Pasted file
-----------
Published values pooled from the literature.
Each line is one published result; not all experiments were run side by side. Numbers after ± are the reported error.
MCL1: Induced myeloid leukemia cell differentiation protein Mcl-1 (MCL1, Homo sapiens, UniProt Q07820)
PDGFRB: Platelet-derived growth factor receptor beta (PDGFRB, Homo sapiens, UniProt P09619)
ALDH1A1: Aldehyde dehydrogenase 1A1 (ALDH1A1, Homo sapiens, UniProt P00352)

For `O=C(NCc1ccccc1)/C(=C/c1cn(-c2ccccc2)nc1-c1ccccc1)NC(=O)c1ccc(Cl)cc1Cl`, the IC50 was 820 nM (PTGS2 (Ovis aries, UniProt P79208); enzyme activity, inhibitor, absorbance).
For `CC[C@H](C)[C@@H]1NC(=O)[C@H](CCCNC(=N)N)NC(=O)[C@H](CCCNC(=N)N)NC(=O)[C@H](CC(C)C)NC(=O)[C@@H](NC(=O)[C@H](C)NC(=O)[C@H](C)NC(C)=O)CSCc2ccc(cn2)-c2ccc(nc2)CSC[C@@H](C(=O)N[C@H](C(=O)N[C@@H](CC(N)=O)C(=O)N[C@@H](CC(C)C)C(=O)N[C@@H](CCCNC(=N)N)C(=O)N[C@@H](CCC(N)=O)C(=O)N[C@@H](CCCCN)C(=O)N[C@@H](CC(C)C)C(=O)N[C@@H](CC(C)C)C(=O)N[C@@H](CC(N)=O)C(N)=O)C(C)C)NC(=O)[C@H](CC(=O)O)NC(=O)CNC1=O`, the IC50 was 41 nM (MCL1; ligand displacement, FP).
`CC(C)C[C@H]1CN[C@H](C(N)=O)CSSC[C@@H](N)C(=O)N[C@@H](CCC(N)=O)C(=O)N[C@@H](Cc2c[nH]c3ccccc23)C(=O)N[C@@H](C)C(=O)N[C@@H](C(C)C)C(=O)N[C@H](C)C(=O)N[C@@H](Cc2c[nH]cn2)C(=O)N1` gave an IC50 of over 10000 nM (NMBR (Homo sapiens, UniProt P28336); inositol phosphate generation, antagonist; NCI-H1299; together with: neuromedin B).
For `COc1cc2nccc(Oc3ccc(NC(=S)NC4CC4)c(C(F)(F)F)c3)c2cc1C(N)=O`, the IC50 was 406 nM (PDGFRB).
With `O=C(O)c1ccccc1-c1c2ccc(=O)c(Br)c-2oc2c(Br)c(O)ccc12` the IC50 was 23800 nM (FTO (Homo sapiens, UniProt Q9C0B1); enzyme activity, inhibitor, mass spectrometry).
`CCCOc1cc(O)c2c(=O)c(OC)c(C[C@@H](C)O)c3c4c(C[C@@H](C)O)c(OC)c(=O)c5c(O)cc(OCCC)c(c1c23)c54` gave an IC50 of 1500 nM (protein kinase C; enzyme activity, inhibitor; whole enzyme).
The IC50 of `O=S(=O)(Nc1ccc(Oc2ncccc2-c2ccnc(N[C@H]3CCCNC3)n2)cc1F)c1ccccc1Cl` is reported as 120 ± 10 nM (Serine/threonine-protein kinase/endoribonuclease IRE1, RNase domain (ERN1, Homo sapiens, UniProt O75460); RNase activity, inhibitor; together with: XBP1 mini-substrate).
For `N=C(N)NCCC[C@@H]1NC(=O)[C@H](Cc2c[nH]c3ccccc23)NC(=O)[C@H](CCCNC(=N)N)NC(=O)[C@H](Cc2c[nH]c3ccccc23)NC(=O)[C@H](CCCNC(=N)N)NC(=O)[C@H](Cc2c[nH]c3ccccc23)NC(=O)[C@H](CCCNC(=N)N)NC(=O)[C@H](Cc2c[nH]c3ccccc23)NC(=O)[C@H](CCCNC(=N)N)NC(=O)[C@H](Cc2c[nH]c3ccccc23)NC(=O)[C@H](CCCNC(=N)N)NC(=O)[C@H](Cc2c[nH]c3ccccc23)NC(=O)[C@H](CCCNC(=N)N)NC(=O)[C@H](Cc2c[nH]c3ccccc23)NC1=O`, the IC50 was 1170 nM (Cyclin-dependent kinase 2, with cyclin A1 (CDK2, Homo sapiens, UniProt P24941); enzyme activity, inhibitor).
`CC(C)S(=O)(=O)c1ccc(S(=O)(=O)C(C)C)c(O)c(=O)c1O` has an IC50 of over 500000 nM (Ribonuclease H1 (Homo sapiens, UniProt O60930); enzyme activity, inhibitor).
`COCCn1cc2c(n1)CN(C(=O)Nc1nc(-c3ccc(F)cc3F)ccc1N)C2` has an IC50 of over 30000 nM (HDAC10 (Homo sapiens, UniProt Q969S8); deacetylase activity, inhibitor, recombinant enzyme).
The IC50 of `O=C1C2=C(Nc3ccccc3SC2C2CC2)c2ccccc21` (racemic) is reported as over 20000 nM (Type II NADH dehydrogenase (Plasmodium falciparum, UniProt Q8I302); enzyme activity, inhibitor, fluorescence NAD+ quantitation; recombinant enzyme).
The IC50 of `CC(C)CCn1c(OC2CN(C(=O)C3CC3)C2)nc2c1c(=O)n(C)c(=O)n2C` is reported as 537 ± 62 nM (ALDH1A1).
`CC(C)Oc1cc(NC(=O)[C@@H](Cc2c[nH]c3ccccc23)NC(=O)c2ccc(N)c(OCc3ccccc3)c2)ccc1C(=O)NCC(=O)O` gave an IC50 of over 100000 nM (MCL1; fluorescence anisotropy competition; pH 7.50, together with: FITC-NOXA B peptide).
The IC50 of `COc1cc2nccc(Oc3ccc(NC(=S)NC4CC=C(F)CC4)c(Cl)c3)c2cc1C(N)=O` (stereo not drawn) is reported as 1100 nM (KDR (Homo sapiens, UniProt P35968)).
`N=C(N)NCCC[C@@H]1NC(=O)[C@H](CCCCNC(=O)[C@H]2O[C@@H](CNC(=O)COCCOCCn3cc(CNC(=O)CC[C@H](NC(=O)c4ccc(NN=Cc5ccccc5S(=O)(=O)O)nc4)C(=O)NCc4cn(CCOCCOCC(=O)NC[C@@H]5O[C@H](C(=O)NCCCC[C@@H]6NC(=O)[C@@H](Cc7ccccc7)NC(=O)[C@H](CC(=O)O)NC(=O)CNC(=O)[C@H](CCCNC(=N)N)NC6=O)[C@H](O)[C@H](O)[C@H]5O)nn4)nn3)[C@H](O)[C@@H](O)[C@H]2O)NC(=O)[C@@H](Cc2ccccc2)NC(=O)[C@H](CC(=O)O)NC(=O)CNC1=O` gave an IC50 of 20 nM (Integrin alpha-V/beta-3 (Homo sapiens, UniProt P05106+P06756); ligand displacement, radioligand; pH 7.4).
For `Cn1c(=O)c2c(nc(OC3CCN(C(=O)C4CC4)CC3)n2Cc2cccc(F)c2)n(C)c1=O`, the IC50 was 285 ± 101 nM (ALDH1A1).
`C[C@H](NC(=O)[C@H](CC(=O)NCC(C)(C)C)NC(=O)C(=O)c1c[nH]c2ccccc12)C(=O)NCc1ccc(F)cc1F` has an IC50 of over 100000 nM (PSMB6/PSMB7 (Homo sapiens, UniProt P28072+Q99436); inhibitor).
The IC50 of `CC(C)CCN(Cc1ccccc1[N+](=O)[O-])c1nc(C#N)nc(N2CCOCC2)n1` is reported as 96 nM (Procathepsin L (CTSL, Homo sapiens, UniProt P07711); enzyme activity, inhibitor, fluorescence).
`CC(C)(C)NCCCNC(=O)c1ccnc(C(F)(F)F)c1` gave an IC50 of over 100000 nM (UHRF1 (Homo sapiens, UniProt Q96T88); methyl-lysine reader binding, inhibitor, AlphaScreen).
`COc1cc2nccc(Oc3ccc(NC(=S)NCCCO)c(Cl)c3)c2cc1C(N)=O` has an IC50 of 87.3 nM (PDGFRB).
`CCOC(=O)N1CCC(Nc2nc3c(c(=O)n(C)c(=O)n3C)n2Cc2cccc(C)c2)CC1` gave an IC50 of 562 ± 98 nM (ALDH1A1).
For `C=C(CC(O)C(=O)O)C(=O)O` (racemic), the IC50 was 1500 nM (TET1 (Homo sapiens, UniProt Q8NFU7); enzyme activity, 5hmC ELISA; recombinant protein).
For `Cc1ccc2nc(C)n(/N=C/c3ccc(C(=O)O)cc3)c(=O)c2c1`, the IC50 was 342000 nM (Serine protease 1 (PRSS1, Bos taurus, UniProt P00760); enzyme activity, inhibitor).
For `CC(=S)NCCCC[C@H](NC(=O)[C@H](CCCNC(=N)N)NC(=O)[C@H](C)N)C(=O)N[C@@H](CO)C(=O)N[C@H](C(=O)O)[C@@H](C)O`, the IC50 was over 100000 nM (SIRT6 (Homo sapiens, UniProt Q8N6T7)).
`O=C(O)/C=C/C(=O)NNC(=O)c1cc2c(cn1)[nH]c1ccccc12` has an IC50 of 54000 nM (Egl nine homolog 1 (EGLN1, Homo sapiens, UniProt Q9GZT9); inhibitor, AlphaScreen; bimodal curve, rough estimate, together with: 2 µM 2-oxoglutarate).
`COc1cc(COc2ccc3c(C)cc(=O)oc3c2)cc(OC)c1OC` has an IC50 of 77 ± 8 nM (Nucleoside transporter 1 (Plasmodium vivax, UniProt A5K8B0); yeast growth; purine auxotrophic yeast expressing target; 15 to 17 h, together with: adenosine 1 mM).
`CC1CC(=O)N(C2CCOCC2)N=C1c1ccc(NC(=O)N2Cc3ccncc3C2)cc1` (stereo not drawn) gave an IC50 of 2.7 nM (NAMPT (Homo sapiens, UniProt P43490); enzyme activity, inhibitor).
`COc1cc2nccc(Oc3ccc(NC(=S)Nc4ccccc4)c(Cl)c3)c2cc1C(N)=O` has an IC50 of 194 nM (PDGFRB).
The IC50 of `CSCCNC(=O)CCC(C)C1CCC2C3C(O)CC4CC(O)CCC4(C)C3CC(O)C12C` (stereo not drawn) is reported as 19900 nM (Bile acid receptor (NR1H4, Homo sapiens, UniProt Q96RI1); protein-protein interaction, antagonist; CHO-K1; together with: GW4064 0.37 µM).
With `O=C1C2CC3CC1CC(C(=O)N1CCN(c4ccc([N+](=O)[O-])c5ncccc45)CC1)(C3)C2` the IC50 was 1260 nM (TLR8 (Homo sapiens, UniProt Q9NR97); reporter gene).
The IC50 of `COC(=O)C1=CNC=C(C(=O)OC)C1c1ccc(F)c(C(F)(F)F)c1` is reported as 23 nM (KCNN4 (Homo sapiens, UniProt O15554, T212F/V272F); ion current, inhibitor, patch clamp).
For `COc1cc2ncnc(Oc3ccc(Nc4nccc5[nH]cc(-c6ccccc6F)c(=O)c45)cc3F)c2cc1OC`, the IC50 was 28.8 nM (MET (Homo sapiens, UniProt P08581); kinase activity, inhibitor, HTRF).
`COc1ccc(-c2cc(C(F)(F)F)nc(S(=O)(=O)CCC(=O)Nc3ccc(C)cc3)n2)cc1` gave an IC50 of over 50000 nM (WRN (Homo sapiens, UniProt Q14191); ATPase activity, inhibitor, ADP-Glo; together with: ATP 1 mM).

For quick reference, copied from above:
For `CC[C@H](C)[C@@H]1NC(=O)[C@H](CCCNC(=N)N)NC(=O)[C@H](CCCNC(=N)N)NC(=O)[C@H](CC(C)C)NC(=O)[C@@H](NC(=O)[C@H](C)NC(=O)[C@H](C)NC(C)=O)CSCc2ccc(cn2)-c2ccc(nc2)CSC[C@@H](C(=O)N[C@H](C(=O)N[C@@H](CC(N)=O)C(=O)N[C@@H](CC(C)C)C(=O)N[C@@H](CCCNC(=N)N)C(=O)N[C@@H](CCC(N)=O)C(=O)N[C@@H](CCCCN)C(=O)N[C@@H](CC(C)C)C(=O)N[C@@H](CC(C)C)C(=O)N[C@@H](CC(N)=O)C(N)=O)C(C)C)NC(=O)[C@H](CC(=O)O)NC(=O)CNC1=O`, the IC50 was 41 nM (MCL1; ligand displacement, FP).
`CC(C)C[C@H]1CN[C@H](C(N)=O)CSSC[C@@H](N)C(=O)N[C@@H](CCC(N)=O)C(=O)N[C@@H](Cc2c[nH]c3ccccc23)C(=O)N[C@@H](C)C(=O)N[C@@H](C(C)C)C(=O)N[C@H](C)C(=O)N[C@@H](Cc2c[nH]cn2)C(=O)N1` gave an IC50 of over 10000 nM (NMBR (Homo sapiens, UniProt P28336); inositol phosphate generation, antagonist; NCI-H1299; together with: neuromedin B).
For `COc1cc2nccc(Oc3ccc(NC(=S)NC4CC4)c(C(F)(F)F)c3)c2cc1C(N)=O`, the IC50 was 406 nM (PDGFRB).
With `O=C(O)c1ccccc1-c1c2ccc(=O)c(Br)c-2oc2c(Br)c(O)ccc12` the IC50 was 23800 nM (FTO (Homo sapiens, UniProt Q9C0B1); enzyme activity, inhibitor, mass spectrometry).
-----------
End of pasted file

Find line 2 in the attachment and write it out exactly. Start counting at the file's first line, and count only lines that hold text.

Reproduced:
Each line is one published result; not all experiments were run side by side. Numbers after ± are the reported error.